And I love puzzles, but when it comes to trying to decide by smell and frozen texture which jar is tomato sauce and which jar is tomato soup, it is not one of my favourites. (especially when I guess wrong….)
This could be solved, of course, if I labelled the jars before I stored them in the freezer. But the labels I have around the house seem to stick, and not come off, even after repeated washings (which only adds to the puzzle when a jar that is definitely not chicken stock has a label on it which reads “chicken stock, 2 cups).
I am sure someone makes beautiful freezer labels that are easily removed during washing, but I never think to look for them until it is too late, and the jars are sitting on the counter ready to go into the freezer.
I know what you’re thinking – stop writing this blog post right now and go and get yourself some labels! Which I may still do, but hubby has devised the perfect solution in the meantime:
Yep. That’s a scrap piece of paper and an elastic, and it has changed my world. Smart man, my hubby!
Does anyone else have this label problem? How do you organize your freezer?Read More
I am truly blessed with wonderful family. With my own family members living a few provinces away I feel lucky to have been welcomed into hubby’s family with open arms. His parents, brother and sister-in-law are all wonderful people who I am happy to be related to. When we get together we always have a great time.
This week-end my mother-in-law showed me how to make an evergreen wreath. Growing up as a city girl I find I am still surprised to discover that people actually do these things I used to think only happened in the movies (like walk into a forest and cut down a Christmas tree with an axe, or visit the same forest to gather evergreen boughs for wreaths and garlands.)
It smelled like Christmas already and we hadn’t even started yet!
We then cut the boughs into smaller “hands” which we piled in groups of 3 or 4.
We then used green florists wire to attach the “hands” to the wire frame, alternating attaching them to the front and back. (Maybe next year I will write a tutorial on this. It was super fun and easy, if you have access to fresh greenery you really should give it a try!)
I have to admit I did have a few “oh dear” moments when my wreath seemed more like a wild square then a wreath, but with a little trimming I was quite happy with the result.
I usually just trim my wreaths with a simple bow and hang it on the door, but my mother-in-law had bags and bags of ribbons and flowers and pinecones that she had saved over the years. It was too much fun to pass up!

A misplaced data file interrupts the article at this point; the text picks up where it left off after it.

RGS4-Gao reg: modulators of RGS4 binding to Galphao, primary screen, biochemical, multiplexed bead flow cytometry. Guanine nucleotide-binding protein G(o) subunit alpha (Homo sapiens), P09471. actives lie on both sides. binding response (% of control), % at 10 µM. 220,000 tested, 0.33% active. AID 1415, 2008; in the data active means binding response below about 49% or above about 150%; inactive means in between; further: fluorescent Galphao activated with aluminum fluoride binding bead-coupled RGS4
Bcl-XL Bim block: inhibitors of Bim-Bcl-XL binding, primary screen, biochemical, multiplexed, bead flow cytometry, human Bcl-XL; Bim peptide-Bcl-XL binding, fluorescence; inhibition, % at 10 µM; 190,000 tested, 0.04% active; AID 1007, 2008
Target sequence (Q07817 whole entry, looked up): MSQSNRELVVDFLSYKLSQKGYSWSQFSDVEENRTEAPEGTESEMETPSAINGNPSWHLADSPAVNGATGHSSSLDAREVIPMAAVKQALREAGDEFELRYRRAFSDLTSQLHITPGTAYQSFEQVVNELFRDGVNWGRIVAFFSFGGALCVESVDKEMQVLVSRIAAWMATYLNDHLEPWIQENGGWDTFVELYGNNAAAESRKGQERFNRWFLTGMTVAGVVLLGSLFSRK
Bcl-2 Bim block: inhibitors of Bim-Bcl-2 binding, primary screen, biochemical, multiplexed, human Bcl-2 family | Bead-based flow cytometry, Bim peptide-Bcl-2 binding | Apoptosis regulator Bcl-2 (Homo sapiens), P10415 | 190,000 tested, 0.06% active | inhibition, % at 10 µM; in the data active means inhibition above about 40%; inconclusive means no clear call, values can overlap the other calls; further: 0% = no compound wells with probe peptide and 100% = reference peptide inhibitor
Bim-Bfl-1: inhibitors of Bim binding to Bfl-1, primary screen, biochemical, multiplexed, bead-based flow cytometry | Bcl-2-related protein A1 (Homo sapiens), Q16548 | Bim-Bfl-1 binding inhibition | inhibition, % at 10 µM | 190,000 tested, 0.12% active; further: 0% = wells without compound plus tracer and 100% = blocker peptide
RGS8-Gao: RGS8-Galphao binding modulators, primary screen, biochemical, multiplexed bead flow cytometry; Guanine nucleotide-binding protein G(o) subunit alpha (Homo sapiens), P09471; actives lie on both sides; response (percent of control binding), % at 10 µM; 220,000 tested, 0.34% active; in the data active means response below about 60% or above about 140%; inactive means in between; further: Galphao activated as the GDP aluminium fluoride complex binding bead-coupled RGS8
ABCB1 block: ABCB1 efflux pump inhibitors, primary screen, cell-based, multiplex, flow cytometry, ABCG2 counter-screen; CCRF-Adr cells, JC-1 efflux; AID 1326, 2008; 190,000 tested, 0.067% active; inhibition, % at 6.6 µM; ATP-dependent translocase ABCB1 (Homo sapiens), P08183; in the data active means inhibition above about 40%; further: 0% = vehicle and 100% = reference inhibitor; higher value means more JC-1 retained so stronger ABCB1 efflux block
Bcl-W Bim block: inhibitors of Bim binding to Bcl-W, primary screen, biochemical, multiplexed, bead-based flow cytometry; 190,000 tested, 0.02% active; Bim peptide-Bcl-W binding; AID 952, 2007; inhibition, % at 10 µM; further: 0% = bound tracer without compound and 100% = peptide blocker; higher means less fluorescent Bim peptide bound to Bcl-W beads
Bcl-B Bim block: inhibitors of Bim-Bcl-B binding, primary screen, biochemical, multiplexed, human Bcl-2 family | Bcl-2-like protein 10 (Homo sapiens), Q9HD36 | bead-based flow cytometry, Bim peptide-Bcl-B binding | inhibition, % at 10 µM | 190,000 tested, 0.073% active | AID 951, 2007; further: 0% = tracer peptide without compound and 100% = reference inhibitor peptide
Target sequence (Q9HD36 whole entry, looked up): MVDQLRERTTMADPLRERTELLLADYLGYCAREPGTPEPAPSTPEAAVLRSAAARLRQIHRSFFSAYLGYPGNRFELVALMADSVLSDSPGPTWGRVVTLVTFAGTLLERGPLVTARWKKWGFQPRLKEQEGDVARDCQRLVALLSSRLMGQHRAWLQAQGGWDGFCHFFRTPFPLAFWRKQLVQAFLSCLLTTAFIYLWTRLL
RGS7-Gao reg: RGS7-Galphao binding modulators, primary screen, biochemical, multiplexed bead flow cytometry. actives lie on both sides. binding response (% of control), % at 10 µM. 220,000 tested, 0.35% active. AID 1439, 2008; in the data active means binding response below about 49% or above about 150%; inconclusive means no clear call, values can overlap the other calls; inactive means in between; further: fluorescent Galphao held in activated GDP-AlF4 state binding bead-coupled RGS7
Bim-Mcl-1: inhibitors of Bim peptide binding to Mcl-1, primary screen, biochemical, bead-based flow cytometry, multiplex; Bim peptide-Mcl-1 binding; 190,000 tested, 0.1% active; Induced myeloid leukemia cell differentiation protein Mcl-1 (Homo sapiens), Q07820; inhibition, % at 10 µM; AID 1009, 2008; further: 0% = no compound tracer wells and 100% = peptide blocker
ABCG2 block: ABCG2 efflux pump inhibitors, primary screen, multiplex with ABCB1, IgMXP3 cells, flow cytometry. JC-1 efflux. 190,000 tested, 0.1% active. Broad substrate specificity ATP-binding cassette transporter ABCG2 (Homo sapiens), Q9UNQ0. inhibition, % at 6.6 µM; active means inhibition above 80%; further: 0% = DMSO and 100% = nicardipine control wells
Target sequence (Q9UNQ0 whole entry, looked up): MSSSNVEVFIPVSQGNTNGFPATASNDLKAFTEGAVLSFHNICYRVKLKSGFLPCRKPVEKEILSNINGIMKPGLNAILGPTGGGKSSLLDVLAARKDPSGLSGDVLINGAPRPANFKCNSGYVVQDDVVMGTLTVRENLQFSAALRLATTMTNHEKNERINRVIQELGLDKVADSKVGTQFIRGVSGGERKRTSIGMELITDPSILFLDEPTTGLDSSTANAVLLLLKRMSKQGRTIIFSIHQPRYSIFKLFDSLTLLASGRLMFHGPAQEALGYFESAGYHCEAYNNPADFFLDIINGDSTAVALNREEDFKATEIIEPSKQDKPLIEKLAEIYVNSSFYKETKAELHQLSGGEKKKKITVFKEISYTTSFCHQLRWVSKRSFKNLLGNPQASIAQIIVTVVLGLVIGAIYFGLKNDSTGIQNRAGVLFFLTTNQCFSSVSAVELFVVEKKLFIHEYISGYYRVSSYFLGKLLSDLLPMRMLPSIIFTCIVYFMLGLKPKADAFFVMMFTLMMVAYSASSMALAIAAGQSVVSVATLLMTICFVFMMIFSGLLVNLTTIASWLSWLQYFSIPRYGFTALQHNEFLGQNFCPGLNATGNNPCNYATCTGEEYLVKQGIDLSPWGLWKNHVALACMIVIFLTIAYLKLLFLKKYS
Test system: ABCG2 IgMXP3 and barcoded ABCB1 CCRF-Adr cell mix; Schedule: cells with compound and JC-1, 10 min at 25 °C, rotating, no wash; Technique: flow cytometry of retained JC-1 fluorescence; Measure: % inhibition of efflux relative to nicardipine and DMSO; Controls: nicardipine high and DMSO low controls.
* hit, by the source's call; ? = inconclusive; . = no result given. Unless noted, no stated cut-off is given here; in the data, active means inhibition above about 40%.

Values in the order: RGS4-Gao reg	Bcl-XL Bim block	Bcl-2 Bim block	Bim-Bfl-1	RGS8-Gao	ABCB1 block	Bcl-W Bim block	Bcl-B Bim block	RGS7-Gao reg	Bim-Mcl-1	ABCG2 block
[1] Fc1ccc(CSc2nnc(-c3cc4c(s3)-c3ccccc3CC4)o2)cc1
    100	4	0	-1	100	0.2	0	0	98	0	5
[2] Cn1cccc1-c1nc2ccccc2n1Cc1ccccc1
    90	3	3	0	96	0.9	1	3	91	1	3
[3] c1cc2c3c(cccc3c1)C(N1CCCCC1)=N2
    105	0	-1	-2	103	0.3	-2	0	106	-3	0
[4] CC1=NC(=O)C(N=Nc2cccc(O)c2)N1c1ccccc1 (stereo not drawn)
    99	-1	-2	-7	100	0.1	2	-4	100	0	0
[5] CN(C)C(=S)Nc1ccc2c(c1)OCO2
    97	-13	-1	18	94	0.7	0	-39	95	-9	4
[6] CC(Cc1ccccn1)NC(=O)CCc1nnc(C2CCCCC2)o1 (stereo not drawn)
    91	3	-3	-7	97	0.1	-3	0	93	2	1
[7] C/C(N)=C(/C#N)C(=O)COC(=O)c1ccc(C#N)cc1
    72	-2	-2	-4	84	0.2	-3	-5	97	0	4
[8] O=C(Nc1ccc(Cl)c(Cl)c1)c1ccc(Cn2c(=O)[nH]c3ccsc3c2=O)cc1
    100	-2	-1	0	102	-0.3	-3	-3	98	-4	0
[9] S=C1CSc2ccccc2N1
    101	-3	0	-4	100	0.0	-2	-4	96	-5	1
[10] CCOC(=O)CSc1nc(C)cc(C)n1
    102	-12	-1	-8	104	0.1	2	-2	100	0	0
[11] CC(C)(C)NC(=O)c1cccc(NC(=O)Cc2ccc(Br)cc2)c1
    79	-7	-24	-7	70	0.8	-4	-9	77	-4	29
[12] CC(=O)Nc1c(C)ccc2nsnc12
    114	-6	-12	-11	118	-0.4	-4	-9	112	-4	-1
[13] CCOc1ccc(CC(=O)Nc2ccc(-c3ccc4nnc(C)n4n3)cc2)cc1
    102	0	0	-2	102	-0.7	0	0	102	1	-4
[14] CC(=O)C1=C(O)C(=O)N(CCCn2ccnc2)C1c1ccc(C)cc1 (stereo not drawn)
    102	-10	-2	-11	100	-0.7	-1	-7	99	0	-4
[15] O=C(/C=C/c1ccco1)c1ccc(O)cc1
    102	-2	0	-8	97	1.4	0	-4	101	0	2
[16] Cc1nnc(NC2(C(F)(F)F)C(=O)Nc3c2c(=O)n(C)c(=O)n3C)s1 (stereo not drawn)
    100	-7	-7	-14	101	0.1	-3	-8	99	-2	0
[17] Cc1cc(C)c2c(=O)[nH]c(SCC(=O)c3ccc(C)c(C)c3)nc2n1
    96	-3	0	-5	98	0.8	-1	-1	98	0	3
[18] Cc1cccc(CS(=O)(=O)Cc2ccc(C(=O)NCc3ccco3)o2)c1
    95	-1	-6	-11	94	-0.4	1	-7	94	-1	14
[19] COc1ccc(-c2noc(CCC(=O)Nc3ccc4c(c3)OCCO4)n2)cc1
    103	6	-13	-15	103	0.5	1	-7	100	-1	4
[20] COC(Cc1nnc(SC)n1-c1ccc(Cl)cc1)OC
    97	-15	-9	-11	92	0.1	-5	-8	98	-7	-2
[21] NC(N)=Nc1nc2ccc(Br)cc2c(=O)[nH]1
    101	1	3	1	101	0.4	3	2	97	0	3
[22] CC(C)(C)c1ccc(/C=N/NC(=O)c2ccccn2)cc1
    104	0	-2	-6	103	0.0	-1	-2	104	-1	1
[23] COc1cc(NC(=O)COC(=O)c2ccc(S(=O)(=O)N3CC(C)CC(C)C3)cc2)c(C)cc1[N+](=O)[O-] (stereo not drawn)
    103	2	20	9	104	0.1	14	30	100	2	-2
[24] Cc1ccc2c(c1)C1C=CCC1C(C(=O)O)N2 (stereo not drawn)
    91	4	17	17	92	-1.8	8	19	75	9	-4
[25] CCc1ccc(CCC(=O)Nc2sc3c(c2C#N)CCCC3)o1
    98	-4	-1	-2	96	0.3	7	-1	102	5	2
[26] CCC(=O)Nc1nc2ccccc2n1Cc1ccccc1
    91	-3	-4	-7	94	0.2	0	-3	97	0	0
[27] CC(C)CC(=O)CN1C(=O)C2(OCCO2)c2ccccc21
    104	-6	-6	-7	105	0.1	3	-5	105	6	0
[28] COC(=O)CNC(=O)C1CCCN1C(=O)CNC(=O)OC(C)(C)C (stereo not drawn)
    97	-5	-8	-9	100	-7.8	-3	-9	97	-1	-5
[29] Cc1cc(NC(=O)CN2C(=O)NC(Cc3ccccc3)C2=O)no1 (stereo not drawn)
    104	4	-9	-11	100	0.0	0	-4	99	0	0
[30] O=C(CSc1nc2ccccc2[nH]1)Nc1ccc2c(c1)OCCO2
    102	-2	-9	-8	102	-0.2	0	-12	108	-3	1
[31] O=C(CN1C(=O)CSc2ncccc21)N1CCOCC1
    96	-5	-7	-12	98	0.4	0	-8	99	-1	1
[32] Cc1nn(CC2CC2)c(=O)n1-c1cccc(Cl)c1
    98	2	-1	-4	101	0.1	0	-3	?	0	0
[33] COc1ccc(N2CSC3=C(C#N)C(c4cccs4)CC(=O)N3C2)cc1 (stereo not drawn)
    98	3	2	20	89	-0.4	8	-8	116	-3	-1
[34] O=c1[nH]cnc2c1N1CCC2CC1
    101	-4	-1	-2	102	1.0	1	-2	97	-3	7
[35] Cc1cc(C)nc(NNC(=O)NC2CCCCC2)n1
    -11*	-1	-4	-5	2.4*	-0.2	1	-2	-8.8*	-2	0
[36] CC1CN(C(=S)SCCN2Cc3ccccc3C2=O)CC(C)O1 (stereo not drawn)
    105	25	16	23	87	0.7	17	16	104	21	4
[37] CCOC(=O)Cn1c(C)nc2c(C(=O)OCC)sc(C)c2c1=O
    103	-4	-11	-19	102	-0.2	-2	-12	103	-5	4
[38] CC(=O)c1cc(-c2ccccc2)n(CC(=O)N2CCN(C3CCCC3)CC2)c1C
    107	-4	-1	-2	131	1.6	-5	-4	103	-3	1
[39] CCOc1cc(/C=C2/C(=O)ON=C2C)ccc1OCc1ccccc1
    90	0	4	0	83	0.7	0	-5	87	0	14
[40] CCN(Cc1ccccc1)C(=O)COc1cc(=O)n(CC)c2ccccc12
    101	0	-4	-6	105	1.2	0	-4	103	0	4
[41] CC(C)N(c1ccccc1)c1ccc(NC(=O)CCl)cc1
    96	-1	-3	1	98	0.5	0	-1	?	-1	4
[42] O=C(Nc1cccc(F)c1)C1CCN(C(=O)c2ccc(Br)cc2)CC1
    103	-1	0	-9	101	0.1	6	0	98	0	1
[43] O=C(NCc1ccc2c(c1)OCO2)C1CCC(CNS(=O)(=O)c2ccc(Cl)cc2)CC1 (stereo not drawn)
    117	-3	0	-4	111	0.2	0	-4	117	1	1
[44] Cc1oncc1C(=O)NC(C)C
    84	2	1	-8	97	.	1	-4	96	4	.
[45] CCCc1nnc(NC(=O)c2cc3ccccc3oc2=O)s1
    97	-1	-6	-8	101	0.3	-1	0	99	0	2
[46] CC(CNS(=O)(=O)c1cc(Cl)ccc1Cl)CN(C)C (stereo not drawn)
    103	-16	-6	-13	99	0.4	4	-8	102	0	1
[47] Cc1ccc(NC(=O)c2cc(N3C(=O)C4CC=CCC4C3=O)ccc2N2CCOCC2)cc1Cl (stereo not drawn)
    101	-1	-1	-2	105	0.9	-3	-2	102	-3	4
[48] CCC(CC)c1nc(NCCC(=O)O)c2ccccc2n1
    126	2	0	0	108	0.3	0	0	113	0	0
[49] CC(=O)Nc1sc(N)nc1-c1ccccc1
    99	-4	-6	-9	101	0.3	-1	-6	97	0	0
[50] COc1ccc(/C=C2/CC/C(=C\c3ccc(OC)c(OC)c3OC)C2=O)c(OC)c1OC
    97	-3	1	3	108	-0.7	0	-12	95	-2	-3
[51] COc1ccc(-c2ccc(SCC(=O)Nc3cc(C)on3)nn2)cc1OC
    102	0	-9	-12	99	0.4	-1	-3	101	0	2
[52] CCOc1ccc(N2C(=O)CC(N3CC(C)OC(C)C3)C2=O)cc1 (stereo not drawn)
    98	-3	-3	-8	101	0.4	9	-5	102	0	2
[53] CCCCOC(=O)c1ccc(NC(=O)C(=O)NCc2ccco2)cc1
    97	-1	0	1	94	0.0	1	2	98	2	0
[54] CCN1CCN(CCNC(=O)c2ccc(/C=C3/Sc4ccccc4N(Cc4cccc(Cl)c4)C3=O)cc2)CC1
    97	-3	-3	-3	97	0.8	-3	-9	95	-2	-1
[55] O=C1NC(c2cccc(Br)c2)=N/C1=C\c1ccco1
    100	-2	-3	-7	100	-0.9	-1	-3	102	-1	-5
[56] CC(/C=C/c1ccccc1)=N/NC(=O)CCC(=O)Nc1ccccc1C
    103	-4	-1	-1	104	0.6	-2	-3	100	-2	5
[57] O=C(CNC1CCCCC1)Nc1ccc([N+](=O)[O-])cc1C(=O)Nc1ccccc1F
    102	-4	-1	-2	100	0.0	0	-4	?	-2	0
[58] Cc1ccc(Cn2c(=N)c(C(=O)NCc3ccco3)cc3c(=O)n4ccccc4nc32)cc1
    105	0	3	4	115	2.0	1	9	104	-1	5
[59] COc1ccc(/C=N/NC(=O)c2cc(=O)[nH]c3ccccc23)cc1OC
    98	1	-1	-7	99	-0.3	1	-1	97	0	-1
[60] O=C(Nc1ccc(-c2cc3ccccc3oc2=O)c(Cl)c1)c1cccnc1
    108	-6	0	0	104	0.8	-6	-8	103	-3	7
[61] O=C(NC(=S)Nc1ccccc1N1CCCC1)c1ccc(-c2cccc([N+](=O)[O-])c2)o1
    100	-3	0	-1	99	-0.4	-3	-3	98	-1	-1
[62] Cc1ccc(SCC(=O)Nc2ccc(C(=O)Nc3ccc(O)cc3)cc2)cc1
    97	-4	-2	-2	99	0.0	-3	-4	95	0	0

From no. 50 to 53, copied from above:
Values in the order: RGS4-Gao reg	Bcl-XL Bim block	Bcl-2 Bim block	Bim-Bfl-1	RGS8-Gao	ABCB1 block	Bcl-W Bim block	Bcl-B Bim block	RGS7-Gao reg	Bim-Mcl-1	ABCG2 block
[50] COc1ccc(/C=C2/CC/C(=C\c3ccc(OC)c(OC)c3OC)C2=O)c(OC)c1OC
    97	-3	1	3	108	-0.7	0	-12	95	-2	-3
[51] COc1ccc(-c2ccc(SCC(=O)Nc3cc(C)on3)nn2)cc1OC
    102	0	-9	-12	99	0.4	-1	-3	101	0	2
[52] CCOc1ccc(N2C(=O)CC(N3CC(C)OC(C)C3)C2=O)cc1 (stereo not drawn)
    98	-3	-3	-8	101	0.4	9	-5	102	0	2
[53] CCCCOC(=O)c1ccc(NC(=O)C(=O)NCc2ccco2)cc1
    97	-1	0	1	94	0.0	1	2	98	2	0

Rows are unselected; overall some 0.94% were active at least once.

With the wreath now gracing our front door I feel like the holiday season has truly begun. And with snow on the ground and more softly falling, it certainly does feel like Christmas is coming.Read More
I like to keep a magnetic pad of paper on the fridge for recording grocery items we need to buy. This makes it easy to write down what we need, as we run out of it. Otherwise I am bound to forget on grocery day just what it is we ran out of during the week.
Unfortunately, I do not have much luck with magnetic pads. In many cases the magnets stick to the fridge, but the paper doesn’t, pulling right off the magnetic back, so I have a whole collection of pads of paper and their corresponding magnetic backs, but still nothing on my fridge.
This past year the problem was temporarily solved with a snowman paper pad I was given at Christmas that stuck perfectly. The only downside to this was that Hubby, who does most of the grocery shopping, did not like walking through the store in mid-summer with a large piece of red-hatted snowman paper. Unfortunately for him, I wasn’t about to give up a pad that worked so he suffered through (dear man.)
But I used the last snowman today.
I also make more than one list as there are several places that we shop for food so I am constantly adding new pieces of paper to the fridge with the plain black magnets torn from the back of our useless paper pads. Functional, but not pretty.
Now I have a list for everything, and no more papers falling off the fridge!
Here’s how I made them.
I used the Mod Podge to glue the fabric to the foam, wrapping it like a present to keep the corners neat.
I used a glue gun to glue the magnet to the back of the magnet, covering the folded edges of the fabric. (Handy Hint: make sure you glue the magnet magnetic-side up, instead of upside-down like I did….)
While the magnets were drying, I went down to the computer and printed off the names of the different lists in a pretty font. If I had return-address sized labels I think they would have fit perfectly, but since I didn’t I used the shipping labels I already had and just cut them apart.
I then stuck the labels to the front of the magnets and put them on the fridge. An easy way to use what I already had and be a little more organized.
And Hubby will be happy that he doesn’t have to take a snowman to the grocery store anymore!Read More